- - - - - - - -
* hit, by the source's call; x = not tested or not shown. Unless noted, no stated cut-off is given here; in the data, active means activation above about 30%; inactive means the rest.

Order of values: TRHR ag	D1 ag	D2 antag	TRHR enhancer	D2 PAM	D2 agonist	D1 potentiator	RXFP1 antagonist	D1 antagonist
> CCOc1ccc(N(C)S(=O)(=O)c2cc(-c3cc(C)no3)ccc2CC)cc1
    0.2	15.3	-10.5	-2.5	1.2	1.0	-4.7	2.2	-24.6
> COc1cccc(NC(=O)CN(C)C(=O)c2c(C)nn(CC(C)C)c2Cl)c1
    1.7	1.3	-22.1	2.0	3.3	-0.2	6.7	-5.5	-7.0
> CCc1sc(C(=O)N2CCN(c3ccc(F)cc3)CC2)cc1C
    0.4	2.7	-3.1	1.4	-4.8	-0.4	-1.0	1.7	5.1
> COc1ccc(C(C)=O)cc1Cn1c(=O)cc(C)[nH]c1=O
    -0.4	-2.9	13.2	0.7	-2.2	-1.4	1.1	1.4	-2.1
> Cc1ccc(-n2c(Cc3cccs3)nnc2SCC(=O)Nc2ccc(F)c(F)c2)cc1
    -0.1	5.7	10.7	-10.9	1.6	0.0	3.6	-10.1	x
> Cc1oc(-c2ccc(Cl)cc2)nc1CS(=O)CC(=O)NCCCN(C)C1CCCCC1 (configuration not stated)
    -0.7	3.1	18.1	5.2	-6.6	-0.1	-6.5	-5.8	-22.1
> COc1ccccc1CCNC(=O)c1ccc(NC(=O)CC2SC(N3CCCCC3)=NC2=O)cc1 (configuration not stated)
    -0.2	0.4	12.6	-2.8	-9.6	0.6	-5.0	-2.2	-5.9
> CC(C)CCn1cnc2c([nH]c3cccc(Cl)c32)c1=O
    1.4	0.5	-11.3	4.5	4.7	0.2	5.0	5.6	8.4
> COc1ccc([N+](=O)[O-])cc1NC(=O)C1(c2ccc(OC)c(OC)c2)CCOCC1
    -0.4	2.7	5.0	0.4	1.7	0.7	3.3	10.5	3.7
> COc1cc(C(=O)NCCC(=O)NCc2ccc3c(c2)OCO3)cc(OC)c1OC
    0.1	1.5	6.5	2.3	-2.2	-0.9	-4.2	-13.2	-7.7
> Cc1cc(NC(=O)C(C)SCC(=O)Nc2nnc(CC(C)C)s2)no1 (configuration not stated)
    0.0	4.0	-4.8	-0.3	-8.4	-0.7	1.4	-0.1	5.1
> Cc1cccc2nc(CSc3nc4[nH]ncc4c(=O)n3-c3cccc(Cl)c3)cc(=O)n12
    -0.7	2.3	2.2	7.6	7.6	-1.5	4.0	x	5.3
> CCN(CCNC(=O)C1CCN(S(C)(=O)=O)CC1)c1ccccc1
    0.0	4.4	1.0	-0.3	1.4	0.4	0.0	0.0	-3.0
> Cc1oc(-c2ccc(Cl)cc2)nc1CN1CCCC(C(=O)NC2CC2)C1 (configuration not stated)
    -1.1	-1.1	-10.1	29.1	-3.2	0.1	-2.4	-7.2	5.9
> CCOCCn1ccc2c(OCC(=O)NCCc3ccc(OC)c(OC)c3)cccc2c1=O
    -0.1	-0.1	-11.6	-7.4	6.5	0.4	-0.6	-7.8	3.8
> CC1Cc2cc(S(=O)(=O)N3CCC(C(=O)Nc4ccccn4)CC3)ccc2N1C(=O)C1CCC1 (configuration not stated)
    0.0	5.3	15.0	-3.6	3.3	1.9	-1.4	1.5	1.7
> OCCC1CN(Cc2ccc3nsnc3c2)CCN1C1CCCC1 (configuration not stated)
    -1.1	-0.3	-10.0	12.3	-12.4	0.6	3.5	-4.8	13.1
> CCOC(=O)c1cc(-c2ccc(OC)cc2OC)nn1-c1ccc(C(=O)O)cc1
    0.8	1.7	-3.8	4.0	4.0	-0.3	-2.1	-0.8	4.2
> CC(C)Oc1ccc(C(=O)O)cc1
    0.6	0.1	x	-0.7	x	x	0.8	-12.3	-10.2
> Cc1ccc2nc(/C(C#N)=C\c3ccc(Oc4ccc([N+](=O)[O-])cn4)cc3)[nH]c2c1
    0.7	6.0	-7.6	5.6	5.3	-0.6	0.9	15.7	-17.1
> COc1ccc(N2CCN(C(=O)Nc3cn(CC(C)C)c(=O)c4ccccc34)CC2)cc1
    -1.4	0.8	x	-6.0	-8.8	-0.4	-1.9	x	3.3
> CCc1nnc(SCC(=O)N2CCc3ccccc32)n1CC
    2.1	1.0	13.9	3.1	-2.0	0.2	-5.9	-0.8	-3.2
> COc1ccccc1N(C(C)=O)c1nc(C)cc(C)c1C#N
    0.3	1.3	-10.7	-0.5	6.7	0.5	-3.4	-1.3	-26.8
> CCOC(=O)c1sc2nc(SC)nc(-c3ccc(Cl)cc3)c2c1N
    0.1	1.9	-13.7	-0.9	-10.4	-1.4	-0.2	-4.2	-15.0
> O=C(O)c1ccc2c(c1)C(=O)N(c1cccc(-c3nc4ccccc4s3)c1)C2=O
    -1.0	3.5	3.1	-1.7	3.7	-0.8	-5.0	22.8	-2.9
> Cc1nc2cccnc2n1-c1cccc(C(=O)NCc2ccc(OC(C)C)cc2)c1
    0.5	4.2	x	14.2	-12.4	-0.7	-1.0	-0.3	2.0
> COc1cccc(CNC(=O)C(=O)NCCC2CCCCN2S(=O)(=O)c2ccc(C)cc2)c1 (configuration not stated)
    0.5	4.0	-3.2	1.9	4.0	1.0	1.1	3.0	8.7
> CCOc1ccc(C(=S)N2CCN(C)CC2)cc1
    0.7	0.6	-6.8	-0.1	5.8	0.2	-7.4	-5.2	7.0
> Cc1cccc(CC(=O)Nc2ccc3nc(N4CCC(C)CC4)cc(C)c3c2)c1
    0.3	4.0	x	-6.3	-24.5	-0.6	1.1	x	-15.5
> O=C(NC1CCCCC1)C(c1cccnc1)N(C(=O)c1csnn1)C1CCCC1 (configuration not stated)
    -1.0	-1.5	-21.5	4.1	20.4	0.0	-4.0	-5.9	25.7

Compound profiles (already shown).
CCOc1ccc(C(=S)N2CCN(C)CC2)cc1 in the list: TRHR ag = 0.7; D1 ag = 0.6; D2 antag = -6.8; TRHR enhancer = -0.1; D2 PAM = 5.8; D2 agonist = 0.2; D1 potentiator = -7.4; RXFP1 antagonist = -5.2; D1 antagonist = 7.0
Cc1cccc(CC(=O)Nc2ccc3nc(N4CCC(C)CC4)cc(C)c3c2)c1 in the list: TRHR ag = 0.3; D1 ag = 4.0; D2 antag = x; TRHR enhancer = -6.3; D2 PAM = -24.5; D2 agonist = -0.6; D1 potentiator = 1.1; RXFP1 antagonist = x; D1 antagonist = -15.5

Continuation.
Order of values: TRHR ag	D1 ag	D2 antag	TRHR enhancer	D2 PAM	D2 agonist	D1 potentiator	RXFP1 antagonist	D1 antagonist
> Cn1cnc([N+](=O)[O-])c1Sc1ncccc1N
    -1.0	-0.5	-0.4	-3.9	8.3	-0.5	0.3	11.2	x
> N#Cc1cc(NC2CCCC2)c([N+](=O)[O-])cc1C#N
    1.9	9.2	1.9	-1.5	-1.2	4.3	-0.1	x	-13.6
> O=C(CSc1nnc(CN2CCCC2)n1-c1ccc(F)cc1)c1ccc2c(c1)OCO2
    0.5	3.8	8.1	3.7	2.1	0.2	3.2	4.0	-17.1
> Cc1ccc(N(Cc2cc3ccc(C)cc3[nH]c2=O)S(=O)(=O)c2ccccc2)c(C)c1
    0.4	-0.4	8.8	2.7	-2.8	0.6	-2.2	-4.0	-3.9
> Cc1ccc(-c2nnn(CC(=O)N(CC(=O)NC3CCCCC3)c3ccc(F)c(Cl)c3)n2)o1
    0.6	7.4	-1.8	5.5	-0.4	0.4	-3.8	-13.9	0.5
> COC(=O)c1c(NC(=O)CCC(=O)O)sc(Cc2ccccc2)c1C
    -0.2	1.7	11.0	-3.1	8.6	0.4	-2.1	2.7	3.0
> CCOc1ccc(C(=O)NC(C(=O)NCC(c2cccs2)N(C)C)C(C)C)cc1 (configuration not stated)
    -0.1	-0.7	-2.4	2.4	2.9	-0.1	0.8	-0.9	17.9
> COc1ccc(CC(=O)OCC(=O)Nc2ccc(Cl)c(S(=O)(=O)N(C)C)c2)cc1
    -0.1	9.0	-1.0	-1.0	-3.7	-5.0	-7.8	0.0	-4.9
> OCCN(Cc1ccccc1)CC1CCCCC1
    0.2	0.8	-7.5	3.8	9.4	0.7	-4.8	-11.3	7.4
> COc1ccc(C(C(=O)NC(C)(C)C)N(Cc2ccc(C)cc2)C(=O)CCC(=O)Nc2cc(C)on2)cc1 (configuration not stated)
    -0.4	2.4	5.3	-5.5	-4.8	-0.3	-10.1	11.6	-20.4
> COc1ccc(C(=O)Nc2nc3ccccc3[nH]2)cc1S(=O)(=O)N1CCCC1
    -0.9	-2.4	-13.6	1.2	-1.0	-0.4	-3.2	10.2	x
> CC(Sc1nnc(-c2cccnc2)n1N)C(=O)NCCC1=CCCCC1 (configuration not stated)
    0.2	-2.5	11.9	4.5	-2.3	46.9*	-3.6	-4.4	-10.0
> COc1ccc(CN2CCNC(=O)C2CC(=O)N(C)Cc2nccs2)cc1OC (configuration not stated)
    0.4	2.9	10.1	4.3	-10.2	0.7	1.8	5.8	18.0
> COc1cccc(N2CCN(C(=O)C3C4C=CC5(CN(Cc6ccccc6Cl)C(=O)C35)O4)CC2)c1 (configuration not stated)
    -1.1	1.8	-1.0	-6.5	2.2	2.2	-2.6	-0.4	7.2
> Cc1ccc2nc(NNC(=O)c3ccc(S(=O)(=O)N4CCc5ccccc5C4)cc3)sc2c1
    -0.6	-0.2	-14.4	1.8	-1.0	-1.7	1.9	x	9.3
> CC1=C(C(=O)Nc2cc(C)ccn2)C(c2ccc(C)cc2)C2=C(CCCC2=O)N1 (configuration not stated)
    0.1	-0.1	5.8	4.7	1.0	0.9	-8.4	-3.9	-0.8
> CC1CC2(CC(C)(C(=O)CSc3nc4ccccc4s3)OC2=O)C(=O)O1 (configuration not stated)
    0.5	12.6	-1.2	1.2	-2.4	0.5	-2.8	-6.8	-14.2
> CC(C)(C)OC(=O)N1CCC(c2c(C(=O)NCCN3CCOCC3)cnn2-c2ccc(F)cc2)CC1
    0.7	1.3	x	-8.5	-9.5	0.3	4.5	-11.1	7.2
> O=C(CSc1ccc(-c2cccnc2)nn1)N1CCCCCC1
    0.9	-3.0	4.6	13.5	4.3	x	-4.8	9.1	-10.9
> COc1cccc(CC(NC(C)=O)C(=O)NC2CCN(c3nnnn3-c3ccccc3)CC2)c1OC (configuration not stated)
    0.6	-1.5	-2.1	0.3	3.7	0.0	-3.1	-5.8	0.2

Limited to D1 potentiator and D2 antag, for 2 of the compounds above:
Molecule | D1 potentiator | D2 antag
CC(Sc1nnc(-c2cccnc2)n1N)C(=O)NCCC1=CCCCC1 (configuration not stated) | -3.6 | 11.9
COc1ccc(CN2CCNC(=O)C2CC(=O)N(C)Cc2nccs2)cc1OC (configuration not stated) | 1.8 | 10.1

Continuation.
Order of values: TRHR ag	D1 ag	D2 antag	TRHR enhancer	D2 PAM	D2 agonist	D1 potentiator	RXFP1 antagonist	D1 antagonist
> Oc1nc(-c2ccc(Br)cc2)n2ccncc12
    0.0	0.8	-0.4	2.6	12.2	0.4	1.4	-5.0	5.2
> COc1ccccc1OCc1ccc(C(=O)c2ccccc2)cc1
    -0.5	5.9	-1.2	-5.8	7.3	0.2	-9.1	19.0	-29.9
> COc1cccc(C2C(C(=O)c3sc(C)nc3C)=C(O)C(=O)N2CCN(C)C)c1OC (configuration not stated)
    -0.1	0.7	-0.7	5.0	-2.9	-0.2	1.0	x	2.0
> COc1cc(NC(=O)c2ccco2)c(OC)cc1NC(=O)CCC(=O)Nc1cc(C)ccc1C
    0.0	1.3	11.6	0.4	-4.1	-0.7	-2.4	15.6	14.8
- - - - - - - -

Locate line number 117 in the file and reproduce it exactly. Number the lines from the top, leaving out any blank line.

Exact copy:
    -0.5	5.9	-1.2	-5.8	7.3	0.2	-9.1	19.0	-29.9